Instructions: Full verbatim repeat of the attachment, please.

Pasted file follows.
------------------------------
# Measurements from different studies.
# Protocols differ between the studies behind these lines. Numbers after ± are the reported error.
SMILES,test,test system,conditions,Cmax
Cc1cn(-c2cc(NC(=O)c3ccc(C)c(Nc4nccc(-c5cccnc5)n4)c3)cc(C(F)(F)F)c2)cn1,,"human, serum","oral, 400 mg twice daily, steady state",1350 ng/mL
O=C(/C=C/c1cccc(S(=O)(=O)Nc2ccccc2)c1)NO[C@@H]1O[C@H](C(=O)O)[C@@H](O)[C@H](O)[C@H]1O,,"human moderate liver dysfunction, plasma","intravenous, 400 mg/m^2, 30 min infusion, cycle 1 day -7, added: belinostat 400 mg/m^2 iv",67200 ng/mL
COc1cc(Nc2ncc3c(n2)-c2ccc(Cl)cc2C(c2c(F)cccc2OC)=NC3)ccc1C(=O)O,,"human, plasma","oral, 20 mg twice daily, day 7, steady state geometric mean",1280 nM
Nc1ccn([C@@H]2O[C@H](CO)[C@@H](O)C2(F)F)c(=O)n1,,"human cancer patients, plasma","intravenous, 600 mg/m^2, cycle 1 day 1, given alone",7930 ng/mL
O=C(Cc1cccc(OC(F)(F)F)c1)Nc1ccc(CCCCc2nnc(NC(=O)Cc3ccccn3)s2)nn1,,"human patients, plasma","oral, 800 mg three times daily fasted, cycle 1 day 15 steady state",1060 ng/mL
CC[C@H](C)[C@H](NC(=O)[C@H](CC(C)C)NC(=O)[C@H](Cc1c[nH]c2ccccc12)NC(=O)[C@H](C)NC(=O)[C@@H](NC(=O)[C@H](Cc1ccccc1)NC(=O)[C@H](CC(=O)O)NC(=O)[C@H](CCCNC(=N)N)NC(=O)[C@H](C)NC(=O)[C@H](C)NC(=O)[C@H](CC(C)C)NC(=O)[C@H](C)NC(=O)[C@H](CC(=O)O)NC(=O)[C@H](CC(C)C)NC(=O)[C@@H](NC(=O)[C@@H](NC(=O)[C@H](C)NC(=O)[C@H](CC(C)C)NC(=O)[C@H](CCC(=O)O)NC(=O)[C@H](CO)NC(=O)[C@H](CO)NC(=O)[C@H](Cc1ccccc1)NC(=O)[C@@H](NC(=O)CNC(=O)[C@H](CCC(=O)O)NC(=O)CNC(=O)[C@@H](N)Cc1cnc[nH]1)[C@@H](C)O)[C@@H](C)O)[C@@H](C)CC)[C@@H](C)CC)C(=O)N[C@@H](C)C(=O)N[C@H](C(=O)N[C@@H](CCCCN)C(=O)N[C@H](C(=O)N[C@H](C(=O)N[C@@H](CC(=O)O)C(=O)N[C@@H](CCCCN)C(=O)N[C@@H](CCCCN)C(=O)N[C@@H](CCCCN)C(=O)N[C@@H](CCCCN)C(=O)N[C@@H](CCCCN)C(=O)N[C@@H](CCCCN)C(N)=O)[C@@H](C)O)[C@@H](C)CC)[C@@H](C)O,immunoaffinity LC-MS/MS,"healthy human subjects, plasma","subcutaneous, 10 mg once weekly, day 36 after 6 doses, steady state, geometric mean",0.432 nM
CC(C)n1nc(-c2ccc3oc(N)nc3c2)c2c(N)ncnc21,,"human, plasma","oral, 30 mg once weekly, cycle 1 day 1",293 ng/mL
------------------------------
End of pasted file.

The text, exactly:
# Measurements from different studies.
# Protocols differ between the studies behind these lines. Numbers after ± are the reported error.
SMILES,test,test system,conditions,Cmax
Cc1cn(-c2cc(NC(=O)c3ccc(C)c(Nc4nccc(-c5cccnc5)n4)c3)cc(C(F)(F)F)c2)cn1,,"human, serum","oral, 400 mg twice daily, steady state",1350 ng/mL
O=C(/C=C/c1cccc(S(=O)(=O)Nc2ccccc2)c1)NO[C@@H]1O[C@H](C(=O)O)[C@@H](O)[C@H](O)[C@H]1O,,"human moderate liver dysfunction, plasma","intravenous, 400 mg/m^2, 30 min infusion, cycle 1 day -7, added: belinostat 400 mg/m^2 iv",67200 ng/mL
COc1cc(Nc2ncc3c(n2)-c2ccc(Cl)cc2C(c2c(F)cccc2OC)=NC3)ccc1C(=O)O,,"human, plasma","oral, 20 mg twice daily, day 7, steady state geometric mean",1280 nM
Nc1ccn([C@@H]2O[C@H](CO)[C@@H](O)C2(F)F)c(=O)n1,,"human cancer patients, plasma","intravenous, 600 mg/m^2, cycle 1 day 1, given alone",7930 ng/mL
O=C(Cc1cccc(OC(F)(F)F)c1)Nc1ccc(CCCCc2nnc(NC(=O)Cc3ccccn3)s2)nn1,,"human patients, plasma","oral, 800 mg three times daily fasted, cycle 1 day 15 steady state",1060 ng/mL
CC[C@H](C)[C@H](NC(=O)[C@H](CC(C)C)NC(=O)[C@H](Cc1c[nH]c2ccccc12)NC(=O)[C@H](C)NC(=O)[C@@H](NC(=O)[C@H](Cc1ccccc1)NC(=O)[C@H](CC(=O)O)NC(=O)[C@H](CCCNC(=N)N)NC(=O)[C@H](C)NC(=O)[C@H](C)NC(=O)[C@H](CC(C)C)NC(=O)[C@H](C)NC(=O)[C@H](CC(=O)O)NC(=O)[C@H](CC(C)C)NC(=O)[C@@H](NC(=O)[C@@H](NC(=O)[C@H](C)NC(=O)[C@H](CC(C)C)NC(=O)[C@H](CCC(=O)O)NC(=O)[C@H](CO)NC(=O)[C@H](CO)NC(=O)[C@H](Cc1ccccc1)NC(=O)[C@@H](NC(=O)CNC(=O)[C@H](CCC(=O)O)NC(=O)CNC(=O)[C@@H](N)Cc1cnc[nH]1)[C@@H](C)O)[C@@H](C)O)[C@@H](C)CC)[C@@H](C)CC)C(=O)N[C@@H](C)C(=O)N[C@H](C(=O)N[C@@H](CCCCN)C(=O)N[C@H](C(=O)N[C@H](C(=O)N[C@@H](CC(=O)O)C(=O)N[C@@H](CCCCN)C(=O)N[C@@H](CCCCN)C(=O)N[C@@H](CCCCN)C(=O)N[C@@H](CCCCN)C(=O)N[C@@H](CCCCN)C(=O)N[C@@H](CCCCN)C(N)=O)[C@@H](C)O)[C@@H](C)CC)[C@@H](C)O,immunoaffinity LC-MS/MS,"healthy human subjects, plasma","subcutaneous, 10 mg once weekly, day 36 after 6 doses, steady state, geometric mean",0.432 nM
CC(C)n1nc(-c2ccc3oc(N)nc3c2)c2c(N)ncnc21,,"human, plasma","oral, 30 mg once weekly, cycle 1 day 1",293 ng/mL